Then it happens — the tens of thousands of low wage workers from Bangladesh and the Kolkatta region refuse to repatriated after their contracts expire, because they have no homes to return to. The UN bars Singapore from repatriating anyone newly classed as Climate Refugees. And that, is how climate change will become a matter of national security. Read more and start to do something.
Update: Giveaway extended to 2 April 2014, 2359hrs
I count myself one of the lucky people in this constantly changing country. I had a mother who was a relentless hoarder of things. She kept everything.
I discovered a tonne of things she kept that I thought she would’ve thrown away. After all, she did throw away my ACSOBA (ACS Old Boys’ Association) rugby jersey that had been retired and given to me when I played a game back in the late 80s. That the school and its Old Boys’ Association retired their jerseys only once every five years did not move her. She had disapproved of my playing rugby, even after I had left school, because rugby boys were a bad bunch.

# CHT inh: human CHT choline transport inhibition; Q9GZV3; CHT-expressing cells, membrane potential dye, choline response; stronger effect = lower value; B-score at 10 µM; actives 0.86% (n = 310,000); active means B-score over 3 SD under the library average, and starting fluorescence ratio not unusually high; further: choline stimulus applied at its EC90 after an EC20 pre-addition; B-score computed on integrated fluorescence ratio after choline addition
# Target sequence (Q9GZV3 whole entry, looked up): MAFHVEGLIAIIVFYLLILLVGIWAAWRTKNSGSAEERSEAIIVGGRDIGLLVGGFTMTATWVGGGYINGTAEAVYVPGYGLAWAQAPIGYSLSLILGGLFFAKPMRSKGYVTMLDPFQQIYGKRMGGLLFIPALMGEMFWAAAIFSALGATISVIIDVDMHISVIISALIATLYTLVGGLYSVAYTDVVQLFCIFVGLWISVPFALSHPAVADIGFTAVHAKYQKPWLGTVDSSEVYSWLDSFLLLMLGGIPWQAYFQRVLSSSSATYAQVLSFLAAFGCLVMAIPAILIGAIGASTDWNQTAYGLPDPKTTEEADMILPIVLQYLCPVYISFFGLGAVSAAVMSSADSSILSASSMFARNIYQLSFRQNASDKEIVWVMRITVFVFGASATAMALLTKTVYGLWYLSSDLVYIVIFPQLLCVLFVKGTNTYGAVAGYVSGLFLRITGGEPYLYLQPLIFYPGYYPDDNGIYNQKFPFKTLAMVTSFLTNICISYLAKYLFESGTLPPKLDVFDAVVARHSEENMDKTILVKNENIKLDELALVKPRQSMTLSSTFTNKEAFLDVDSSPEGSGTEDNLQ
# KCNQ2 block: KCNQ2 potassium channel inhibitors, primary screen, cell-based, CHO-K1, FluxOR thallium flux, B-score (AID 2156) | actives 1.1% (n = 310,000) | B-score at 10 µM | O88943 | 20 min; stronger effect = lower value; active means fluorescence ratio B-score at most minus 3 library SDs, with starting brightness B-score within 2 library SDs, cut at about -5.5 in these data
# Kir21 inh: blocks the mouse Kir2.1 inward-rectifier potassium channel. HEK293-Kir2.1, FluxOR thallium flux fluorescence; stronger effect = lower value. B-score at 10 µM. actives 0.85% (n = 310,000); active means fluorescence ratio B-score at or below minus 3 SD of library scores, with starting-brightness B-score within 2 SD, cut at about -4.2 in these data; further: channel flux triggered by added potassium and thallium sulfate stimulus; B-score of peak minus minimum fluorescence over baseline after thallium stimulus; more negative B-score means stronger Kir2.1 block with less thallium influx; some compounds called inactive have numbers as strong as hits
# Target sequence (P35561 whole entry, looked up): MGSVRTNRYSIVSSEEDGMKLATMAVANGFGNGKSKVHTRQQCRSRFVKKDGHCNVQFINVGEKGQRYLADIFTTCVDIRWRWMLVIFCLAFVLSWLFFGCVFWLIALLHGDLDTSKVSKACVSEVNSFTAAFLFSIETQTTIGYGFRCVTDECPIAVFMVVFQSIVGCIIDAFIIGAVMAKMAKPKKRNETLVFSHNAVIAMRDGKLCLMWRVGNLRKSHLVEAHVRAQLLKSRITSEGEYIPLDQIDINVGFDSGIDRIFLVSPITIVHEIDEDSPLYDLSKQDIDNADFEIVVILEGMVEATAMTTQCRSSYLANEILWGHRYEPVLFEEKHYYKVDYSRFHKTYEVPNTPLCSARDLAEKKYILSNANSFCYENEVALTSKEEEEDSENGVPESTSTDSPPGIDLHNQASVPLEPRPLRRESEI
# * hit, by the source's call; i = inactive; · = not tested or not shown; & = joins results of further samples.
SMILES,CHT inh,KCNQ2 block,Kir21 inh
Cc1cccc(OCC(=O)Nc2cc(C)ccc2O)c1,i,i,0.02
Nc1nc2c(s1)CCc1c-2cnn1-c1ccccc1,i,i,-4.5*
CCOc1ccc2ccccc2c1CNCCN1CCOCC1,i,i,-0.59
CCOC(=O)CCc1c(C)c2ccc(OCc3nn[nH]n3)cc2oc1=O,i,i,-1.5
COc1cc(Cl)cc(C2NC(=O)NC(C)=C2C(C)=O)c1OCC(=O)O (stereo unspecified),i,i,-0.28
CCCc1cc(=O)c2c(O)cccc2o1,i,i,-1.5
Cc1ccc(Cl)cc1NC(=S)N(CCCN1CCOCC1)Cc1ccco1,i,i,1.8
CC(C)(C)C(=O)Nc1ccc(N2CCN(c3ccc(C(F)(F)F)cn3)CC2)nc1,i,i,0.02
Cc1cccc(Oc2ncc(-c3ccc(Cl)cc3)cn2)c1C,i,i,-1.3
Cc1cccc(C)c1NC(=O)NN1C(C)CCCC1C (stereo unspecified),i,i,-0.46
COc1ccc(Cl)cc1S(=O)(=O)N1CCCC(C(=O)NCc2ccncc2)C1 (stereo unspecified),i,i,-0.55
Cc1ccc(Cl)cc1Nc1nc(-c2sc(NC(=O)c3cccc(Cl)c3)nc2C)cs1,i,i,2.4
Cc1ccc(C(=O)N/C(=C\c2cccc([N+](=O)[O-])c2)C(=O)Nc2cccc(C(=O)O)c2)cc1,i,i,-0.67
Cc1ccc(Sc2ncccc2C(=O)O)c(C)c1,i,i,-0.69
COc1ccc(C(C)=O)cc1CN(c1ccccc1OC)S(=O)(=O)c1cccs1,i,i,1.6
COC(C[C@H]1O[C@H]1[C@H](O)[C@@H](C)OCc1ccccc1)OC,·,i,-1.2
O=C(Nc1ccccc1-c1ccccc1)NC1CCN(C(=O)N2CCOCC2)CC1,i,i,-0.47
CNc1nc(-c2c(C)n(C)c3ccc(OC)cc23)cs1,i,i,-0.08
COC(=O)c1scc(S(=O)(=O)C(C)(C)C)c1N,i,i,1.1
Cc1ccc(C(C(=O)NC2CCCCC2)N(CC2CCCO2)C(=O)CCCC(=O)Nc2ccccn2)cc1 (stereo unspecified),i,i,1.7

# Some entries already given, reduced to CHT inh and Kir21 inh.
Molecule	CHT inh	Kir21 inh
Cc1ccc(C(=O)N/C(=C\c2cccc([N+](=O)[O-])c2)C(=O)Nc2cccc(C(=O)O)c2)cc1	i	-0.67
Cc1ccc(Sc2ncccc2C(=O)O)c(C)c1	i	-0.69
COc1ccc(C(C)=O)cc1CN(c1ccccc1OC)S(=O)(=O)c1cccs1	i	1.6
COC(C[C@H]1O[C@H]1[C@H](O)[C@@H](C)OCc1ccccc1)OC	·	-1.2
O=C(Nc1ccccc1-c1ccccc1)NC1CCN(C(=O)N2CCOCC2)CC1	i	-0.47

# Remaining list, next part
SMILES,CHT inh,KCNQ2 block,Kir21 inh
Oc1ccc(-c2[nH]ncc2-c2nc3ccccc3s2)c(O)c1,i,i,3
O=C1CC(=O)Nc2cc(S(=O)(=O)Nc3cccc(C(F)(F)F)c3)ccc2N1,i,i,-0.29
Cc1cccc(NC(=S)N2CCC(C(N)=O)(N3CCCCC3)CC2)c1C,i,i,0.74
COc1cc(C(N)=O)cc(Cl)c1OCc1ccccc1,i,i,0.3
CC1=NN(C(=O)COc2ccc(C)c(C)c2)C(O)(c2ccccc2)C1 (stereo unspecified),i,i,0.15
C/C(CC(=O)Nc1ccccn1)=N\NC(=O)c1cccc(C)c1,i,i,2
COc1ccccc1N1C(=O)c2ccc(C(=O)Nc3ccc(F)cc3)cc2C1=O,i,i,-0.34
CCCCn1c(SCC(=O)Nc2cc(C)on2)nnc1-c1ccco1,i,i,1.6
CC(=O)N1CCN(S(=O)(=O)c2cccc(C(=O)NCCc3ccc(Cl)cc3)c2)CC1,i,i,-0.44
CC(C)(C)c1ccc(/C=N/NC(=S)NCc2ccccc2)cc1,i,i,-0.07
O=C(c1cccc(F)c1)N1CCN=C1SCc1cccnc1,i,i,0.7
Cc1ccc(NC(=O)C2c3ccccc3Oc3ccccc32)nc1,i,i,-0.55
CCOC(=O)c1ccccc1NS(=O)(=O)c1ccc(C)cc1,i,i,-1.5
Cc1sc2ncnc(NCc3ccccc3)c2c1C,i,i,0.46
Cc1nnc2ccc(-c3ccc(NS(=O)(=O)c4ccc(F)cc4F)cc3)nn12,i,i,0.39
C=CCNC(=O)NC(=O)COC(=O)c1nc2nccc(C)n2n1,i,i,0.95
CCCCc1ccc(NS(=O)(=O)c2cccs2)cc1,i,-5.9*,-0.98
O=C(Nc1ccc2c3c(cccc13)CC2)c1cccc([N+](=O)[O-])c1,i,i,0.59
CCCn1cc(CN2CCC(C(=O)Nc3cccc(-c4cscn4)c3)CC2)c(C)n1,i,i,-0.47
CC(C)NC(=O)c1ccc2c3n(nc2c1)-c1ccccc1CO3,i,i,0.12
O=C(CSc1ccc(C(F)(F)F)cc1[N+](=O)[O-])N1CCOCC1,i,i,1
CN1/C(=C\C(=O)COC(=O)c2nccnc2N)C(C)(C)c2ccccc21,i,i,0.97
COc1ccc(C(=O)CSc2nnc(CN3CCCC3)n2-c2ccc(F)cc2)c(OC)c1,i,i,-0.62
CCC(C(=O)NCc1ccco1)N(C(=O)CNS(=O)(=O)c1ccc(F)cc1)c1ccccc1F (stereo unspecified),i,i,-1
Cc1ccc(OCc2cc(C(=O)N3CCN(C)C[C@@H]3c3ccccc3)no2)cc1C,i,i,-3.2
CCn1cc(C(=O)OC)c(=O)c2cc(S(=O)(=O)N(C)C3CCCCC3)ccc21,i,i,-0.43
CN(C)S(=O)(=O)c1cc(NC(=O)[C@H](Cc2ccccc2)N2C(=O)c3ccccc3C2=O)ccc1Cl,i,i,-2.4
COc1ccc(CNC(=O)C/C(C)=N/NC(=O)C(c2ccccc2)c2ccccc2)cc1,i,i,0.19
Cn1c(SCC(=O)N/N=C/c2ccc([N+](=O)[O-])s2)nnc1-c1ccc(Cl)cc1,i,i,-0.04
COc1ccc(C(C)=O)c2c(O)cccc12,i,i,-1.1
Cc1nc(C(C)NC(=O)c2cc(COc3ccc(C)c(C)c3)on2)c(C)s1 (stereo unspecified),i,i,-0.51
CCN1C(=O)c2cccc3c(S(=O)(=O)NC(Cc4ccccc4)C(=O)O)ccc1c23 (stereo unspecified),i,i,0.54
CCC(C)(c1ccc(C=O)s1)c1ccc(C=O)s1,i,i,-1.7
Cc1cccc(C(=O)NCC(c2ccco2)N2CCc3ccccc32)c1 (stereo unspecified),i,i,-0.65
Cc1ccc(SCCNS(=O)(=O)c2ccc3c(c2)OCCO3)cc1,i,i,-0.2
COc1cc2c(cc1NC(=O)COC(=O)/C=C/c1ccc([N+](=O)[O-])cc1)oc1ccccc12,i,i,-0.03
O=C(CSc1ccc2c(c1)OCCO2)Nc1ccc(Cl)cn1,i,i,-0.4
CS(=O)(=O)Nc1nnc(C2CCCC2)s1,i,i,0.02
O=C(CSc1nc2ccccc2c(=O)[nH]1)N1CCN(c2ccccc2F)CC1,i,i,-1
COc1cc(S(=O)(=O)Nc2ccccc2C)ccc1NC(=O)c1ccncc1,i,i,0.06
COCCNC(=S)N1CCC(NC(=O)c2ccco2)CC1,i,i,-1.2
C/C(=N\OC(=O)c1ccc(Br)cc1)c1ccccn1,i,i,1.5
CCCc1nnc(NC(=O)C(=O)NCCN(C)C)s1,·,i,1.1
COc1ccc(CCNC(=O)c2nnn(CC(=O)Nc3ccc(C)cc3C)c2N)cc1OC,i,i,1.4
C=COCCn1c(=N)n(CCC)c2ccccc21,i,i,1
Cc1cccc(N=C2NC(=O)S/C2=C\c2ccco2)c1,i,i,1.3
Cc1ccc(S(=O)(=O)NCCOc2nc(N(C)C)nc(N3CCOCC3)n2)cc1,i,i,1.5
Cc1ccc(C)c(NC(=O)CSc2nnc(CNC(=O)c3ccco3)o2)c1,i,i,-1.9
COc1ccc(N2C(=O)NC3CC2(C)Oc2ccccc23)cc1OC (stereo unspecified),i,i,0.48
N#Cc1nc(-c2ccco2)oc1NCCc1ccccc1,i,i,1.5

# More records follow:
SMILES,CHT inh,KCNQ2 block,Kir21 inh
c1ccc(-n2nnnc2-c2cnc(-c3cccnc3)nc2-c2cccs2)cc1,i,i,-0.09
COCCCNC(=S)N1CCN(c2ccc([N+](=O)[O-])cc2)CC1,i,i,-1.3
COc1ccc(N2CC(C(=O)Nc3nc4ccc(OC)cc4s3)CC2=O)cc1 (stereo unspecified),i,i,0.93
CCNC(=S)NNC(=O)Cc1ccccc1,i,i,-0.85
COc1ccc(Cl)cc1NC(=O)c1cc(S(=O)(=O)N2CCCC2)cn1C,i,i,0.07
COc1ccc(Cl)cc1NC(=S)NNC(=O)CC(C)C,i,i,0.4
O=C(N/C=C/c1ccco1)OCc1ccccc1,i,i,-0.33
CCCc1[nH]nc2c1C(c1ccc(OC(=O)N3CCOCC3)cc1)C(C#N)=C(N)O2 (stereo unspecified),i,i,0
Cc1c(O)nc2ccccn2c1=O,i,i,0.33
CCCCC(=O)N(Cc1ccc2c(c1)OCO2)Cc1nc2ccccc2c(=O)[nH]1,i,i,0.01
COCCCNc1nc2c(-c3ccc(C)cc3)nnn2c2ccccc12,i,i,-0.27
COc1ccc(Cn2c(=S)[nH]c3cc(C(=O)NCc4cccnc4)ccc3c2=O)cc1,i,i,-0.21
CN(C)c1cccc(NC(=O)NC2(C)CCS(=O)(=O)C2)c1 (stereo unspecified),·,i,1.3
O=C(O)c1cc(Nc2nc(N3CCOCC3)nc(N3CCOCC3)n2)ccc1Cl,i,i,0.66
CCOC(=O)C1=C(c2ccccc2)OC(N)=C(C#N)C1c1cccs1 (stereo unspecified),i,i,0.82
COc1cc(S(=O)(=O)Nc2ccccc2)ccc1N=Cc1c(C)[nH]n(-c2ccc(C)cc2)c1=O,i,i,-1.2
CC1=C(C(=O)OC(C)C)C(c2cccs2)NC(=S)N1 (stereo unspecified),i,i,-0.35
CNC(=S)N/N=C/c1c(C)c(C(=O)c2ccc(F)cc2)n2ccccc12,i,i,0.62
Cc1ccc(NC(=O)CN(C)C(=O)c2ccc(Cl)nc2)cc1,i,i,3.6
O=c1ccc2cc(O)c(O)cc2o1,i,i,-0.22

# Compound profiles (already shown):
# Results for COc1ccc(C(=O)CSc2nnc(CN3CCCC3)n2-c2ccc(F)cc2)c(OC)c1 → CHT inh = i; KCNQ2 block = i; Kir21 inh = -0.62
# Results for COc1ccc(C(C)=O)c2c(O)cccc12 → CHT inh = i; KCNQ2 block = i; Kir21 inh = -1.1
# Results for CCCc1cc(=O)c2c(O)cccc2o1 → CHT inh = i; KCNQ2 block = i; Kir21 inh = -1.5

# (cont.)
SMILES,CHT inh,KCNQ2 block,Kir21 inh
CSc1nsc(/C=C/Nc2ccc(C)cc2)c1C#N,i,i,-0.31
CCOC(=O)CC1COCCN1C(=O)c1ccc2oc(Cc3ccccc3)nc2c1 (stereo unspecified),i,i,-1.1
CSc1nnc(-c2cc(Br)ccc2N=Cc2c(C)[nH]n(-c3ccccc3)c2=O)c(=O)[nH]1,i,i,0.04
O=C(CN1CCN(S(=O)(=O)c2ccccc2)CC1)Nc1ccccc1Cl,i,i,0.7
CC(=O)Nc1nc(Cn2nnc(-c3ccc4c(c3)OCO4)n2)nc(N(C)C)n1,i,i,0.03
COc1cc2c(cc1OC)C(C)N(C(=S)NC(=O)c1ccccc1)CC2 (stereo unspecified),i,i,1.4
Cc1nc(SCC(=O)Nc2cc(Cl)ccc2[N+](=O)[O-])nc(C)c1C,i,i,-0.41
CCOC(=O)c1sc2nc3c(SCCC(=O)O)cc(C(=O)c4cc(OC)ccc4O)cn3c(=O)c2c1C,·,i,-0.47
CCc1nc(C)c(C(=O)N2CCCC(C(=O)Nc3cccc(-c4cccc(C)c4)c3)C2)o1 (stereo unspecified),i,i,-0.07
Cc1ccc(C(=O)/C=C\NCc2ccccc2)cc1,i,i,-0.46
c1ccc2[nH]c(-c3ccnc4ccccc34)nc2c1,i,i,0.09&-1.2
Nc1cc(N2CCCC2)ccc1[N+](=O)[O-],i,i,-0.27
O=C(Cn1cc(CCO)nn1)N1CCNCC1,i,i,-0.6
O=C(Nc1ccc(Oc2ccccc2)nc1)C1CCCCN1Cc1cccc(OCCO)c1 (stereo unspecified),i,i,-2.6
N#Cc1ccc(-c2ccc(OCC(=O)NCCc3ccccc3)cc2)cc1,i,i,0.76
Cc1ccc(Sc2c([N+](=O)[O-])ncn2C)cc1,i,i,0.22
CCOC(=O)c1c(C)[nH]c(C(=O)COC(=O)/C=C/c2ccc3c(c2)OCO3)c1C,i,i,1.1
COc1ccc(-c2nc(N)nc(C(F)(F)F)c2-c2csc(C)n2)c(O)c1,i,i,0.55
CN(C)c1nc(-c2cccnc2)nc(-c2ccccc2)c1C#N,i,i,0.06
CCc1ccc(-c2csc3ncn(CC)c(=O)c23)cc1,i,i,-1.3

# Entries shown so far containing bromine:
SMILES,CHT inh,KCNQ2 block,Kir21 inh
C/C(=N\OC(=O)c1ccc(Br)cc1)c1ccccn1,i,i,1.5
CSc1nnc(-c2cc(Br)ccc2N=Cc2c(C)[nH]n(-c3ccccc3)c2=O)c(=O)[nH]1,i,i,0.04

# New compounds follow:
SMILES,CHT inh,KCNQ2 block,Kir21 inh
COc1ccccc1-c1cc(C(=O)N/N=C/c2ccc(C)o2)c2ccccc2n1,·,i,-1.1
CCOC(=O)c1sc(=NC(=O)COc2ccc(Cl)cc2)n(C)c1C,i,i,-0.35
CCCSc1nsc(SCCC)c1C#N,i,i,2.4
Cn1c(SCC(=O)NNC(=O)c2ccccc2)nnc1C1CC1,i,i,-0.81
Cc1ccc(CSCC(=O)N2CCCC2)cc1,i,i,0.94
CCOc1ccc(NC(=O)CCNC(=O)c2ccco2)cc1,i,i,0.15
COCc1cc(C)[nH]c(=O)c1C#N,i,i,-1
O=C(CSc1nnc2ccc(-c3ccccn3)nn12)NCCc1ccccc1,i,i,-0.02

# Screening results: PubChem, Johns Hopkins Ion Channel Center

When she passed away three years ago, my sister went through her belongings and passed me a box of things which turned out to be a treasure trove. In the box was a plastic folder she had neatly kept her own “Leaving School Certificate” from ACS Seremban (Malaya) in 1955, her driving licence from Melbourne, her first pay slip from the same city, and a rejection letter from the PUB in Singapore in 1965 when she applied for a job upon settling in the newly independent republic of our country.
That same year, my mother and father had returned to the newly federated union of Malaysia and Singapore by ship from Melbourne, planning to marry in Malaysia and settle in the city of Singapore to live and work. It seems it wasn’t long after they disembarked at Clifford Pier that that whole episode known as The Separation happened.